O’Reilly Software Architecture Conference 2016

I was in New York on the 12th of April to deliver a talk at the O’Reilly software architecture conference on how my team and I built a report-casting mobile app for the 2015 Nigeria elections.On the surface, the talk was just about how we, as a team, built two mobile apps with a shared REST API running in the cloud. It was also about how we used an agile approach for the first time. In a real sense though, my talk was actually about how software development is inherently a social activity; the effect of corporate culture on software development (Conway’s law) and the pains associated with software development.

The venue of the conference was the New York Hilton Midtown Hotel and my 50-minute session took place in the Regent Palor. There were several other sessions holding at the same time so I was really appreciative of those that chose to attend mine.I started the session by asking how many people in the audience currently use or had previously used the waterfall approach to building software. I also sought to know how many had transitioned from waterfall to agile methods. A third of the attendees indicated that they still use the waterfall method to build software and around half of the attendees indicated that they use agile methods, I guess the rest use a mixture of the two.Like I mentioned earlier, part of the talk was about two mobile apps we built for the Nigeria elections. We had a MySQL database for storing data and on top of that we built a REST API which exposed several functionalities. Both the API and database were hosted on the Google Cloud Platform. Another part of the talk was about how we used the agile approach to build software.Given that software development is more of a social activity than a scientific one  (in my opinion) adopting agile was not that easy. First there was the issue of convincing management to allow the team to go this way, secondly there was the challenge of getting the team members to take a whole new approach to building things. Thirdly, I had to lead and make all this happen and trust me when I say convincing management and leading a team through virgin ways was not easy at all.Management along with a lot of people out there take agile methods to be a chaotic cowboy approach to building software but there is a method to this madness. I think people’s resistance to agile goes far beyond the common reasons given such as; chaos, cowboy coding, no documentation and so on. Yes, the real reason for resistance has a lot to do with change… culture change… corporate culture change. The waterfall method (which I believe a lot of software development companies in Nigeria use) has an underlying corporate culture beneath it which agile totally shatters to pieces (look out for posts on this) therefore it is very hard for a company to switch its culture just like that (I said very hard, not impossible).Luckily I had certain things in play for me. One was that the election app project was not undertaken with the goal of making money. Another thing I had to my advantage was that my manager wasn’t really concerned about the project so in the end I was able to get a go ahead to try this “wild way” of building software.Since software development is a social activity and humans have different ways of reacting to change it was not easy for my team members to flow with the agile approach. It was a bit rough in the beginning but after a couple of weeks the benefits were clear. Some of the benefits I elaborated on in my talk are as follows:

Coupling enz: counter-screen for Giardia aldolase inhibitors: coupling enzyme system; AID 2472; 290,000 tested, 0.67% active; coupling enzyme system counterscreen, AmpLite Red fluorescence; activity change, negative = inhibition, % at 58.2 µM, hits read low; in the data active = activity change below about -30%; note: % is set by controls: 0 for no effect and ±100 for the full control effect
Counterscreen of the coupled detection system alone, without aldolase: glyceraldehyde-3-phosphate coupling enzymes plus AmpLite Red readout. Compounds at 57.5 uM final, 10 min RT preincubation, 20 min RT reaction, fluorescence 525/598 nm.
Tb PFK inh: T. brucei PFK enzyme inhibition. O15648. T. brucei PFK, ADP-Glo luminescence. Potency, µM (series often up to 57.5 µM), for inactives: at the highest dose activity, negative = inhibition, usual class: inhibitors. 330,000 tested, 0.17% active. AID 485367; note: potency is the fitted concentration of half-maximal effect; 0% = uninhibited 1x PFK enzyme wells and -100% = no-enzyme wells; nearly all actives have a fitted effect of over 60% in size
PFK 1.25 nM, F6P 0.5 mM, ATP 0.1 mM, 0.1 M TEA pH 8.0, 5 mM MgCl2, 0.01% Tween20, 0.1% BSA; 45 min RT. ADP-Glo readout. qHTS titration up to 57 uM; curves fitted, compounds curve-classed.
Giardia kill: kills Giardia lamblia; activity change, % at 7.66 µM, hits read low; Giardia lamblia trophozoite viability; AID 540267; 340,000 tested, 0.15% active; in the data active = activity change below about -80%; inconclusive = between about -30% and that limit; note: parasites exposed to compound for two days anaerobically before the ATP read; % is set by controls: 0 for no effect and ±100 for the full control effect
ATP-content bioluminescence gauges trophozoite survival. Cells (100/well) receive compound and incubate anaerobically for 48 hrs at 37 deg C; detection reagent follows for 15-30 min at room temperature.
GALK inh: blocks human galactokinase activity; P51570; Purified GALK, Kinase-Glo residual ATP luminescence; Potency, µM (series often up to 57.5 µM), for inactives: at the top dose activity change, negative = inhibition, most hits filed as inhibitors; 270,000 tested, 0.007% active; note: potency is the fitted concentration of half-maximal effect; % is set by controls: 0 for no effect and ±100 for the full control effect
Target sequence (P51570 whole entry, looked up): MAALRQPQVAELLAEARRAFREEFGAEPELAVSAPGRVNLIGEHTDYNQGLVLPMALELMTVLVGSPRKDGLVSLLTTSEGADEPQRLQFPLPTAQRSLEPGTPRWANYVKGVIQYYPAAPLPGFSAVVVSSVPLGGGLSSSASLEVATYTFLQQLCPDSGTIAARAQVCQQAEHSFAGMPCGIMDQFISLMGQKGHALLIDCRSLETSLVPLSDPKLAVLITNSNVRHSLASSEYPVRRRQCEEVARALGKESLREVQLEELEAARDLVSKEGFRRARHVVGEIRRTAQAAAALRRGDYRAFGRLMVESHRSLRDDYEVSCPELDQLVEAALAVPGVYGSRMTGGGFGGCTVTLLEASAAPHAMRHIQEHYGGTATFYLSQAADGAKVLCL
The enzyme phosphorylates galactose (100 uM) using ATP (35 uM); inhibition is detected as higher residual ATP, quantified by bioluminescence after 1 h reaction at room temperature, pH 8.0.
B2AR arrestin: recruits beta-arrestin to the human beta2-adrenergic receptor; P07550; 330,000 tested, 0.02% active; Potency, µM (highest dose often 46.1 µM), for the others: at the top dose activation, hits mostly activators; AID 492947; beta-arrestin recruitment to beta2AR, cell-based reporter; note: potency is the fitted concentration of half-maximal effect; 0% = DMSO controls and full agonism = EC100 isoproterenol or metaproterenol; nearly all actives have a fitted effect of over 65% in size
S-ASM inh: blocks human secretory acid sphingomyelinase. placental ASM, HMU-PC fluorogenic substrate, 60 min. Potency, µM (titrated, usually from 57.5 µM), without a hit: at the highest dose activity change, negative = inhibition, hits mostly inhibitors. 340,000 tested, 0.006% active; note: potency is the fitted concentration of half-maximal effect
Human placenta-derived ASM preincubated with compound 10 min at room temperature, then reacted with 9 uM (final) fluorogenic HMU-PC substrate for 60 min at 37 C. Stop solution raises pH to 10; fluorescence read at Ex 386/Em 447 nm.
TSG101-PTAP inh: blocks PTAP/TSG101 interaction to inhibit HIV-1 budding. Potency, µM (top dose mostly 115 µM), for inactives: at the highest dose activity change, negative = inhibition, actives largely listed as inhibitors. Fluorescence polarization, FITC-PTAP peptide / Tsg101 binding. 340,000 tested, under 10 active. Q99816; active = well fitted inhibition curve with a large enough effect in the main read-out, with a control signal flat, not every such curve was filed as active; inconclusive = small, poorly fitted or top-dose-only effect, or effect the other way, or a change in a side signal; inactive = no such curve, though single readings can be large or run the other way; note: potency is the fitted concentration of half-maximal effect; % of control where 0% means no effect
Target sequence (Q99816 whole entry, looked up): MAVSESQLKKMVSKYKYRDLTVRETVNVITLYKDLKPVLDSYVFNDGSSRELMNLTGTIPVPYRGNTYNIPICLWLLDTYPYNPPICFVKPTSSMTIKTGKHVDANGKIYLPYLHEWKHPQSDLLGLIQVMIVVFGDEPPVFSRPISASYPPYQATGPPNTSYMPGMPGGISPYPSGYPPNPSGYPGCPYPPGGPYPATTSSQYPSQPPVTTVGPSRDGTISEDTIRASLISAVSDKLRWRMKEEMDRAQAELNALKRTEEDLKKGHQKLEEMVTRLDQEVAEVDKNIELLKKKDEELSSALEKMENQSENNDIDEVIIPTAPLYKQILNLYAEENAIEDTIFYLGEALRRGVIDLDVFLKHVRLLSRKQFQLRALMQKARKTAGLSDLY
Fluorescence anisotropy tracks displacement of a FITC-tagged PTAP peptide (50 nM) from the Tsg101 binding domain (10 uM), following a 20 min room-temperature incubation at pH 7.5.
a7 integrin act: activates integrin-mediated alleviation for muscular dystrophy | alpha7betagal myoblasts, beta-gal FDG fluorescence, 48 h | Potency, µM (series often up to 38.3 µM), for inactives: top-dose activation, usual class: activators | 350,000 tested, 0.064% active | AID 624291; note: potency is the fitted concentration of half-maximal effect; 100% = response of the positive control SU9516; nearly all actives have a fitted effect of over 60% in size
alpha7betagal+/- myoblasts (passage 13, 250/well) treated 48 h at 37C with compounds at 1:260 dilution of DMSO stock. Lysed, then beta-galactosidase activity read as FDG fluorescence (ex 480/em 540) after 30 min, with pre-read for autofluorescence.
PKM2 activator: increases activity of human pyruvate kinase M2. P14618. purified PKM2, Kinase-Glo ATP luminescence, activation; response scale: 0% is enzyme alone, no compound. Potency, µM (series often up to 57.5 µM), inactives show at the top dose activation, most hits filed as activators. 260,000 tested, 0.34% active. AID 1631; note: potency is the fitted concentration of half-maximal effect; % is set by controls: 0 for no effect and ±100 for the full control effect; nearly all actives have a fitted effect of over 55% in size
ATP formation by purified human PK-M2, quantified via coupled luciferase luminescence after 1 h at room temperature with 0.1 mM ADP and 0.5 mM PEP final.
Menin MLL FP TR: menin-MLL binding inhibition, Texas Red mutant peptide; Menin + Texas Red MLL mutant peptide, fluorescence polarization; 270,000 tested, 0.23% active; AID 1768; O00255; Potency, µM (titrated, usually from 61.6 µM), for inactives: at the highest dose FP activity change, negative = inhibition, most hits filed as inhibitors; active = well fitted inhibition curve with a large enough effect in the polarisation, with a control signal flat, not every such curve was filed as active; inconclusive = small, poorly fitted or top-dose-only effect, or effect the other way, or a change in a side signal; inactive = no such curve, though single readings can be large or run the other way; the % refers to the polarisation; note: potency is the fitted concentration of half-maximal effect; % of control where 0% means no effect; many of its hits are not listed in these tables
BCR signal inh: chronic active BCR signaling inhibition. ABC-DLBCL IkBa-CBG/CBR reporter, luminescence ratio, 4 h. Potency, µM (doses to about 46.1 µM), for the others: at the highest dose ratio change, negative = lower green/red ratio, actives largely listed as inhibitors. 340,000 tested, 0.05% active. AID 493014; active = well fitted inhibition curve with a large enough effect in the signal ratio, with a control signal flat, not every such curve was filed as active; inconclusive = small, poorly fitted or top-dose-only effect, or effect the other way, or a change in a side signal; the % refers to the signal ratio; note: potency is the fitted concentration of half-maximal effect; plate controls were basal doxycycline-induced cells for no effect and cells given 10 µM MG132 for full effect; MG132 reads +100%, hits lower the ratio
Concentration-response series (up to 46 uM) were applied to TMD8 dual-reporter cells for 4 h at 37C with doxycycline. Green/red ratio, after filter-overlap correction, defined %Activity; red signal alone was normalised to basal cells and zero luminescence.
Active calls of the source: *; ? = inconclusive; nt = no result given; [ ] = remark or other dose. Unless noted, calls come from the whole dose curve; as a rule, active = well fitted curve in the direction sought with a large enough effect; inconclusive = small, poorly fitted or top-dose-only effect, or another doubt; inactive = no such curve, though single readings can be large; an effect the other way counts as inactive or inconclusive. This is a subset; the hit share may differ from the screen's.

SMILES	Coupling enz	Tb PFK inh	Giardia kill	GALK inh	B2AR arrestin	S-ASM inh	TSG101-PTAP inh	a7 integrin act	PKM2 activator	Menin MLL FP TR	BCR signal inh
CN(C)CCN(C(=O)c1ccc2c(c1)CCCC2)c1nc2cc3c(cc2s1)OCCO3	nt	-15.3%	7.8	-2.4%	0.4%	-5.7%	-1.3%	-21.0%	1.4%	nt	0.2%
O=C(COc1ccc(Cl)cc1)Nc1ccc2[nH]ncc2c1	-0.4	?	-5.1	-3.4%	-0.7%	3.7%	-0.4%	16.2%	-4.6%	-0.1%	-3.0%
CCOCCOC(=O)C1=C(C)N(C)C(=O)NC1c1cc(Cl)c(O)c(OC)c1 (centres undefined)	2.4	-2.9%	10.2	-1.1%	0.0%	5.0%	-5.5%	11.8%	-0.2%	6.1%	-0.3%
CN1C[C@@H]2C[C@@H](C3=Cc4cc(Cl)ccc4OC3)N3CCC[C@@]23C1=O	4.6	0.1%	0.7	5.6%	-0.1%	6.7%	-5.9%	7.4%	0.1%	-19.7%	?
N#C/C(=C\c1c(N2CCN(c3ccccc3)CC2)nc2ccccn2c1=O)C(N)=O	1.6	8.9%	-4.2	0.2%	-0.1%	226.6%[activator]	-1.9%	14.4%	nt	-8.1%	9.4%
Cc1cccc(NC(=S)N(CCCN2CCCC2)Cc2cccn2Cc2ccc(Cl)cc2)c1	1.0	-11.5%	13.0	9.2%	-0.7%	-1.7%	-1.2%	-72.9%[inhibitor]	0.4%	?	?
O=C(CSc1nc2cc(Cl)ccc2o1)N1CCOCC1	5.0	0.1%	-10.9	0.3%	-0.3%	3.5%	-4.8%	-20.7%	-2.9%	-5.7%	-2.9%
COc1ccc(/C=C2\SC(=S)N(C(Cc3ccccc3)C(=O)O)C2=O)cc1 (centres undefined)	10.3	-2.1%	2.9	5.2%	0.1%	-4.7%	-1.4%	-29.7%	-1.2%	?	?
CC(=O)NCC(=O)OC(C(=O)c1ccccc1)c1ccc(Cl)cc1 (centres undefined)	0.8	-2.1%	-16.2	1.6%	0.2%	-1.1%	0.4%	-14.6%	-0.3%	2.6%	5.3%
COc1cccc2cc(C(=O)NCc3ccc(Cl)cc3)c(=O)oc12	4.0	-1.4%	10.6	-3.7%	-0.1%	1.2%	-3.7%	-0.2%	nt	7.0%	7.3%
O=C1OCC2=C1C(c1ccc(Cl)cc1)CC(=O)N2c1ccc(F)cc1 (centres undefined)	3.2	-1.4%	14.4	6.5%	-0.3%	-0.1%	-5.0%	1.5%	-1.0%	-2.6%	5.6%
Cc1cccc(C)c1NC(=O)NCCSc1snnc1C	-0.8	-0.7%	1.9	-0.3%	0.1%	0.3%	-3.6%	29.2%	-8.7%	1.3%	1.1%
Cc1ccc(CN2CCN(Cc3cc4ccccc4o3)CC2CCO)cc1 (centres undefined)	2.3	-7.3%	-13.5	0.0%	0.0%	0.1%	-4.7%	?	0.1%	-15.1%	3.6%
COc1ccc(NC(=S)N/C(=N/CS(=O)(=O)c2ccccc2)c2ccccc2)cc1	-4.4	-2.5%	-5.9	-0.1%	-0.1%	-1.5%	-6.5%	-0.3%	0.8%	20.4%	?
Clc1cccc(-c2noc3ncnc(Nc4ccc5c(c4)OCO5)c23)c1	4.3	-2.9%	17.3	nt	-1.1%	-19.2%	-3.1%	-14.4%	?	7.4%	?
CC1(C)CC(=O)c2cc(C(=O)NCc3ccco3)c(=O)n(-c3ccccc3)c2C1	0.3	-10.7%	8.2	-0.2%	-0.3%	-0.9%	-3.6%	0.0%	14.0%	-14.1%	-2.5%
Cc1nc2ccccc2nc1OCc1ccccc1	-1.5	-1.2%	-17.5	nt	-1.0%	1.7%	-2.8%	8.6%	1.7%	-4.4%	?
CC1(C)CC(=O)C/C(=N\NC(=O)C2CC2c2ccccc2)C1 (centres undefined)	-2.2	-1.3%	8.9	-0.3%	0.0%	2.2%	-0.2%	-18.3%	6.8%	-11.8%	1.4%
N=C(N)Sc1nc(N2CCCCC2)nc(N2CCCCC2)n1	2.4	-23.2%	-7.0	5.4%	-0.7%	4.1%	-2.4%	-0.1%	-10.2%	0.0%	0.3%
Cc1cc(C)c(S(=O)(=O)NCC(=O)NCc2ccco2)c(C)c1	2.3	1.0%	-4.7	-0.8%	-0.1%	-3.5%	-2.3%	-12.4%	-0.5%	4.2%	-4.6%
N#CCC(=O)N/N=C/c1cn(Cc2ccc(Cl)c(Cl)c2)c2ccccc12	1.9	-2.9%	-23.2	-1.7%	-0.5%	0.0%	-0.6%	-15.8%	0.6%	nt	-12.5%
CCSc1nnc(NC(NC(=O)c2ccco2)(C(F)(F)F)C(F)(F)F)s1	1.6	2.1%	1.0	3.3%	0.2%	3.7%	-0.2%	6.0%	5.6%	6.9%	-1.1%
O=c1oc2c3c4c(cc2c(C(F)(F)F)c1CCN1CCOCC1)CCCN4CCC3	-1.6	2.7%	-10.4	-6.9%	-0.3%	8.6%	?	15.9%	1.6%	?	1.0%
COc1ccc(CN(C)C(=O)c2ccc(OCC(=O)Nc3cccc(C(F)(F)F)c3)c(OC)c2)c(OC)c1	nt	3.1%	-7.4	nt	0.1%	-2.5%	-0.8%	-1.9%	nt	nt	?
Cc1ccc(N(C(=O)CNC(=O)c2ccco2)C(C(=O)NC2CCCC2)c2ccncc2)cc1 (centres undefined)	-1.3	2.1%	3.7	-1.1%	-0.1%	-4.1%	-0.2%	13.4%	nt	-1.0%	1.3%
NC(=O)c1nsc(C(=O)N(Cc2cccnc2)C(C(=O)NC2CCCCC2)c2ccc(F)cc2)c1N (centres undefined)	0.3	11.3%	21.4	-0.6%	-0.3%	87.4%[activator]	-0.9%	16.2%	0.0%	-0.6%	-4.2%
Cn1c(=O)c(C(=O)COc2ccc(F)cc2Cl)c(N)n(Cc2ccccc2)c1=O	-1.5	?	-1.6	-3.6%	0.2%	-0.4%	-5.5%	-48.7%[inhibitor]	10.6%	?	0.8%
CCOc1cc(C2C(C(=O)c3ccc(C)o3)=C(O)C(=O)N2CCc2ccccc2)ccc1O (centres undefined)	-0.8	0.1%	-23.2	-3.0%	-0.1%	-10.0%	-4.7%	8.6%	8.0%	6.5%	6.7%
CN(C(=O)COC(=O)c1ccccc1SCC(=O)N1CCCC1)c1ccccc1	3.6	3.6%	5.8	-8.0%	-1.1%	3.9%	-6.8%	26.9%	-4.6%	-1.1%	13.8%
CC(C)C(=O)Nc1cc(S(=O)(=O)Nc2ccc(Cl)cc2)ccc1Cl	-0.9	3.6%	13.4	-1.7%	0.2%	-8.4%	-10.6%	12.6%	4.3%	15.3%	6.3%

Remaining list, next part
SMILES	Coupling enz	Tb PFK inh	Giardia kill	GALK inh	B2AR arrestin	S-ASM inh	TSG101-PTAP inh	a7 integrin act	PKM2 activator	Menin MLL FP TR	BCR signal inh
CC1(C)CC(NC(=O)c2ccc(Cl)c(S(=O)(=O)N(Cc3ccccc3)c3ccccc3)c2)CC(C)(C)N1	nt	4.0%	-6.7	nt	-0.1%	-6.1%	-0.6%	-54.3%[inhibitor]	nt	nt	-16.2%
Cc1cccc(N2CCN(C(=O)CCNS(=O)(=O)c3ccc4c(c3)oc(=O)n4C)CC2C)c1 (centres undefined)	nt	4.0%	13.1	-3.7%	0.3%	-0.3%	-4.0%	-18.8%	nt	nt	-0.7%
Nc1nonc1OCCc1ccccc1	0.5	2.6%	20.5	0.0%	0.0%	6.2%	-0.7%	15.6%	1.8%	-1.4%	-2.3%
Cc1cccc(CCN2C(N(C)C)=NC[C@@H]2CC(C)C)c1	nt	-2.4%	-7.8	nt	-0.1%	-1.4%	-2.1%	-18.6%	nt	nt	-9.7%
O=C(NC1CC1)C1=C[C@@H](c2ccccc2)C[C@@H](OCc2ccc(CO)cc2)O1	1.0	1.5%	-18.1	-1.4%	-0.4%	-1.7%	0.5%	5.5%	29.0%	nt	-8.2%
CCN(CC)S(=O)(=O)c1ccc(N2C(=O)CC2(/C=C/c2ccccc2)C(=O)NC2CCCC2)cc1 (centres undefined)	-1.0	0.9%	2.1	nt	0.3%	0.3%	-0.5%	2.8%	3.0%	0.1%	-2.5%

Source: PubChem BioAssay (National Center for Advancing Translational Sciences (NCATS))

1. Agile improves team morale. I say this because the team members were happy seeing people try out their app (with only one feature) within 2 weeks of commencing development and with that energy they were keen on fixing bugs and getting the app to run smoothly.
  2. Because we built the application in vertical slices as opposed to technology layers, everyone in the team had an idea about what each person was doing and therefore we were able to change things and features swiftly.
  3. Improved health. The first two points created an atmosphere where the team members were able to function under less stress. The whole application was broken into bits and for the bits we weren’t clear about we didn’t even need to think about them initially. The team did not resent change because it was easier to identify areas that needed change as opposed to our previous way of doing things.

Attendees were able to relate to a whole lot of what I had to share and they asked a lot of questions about the software development ecosystem in Nigeria.

In the end I don’t think one method of building software is superior to another, it depends on your specific situation and your overall understanding of the method. Also, it takes more than just switching from one method to another you may need to switch your corporate culture too.

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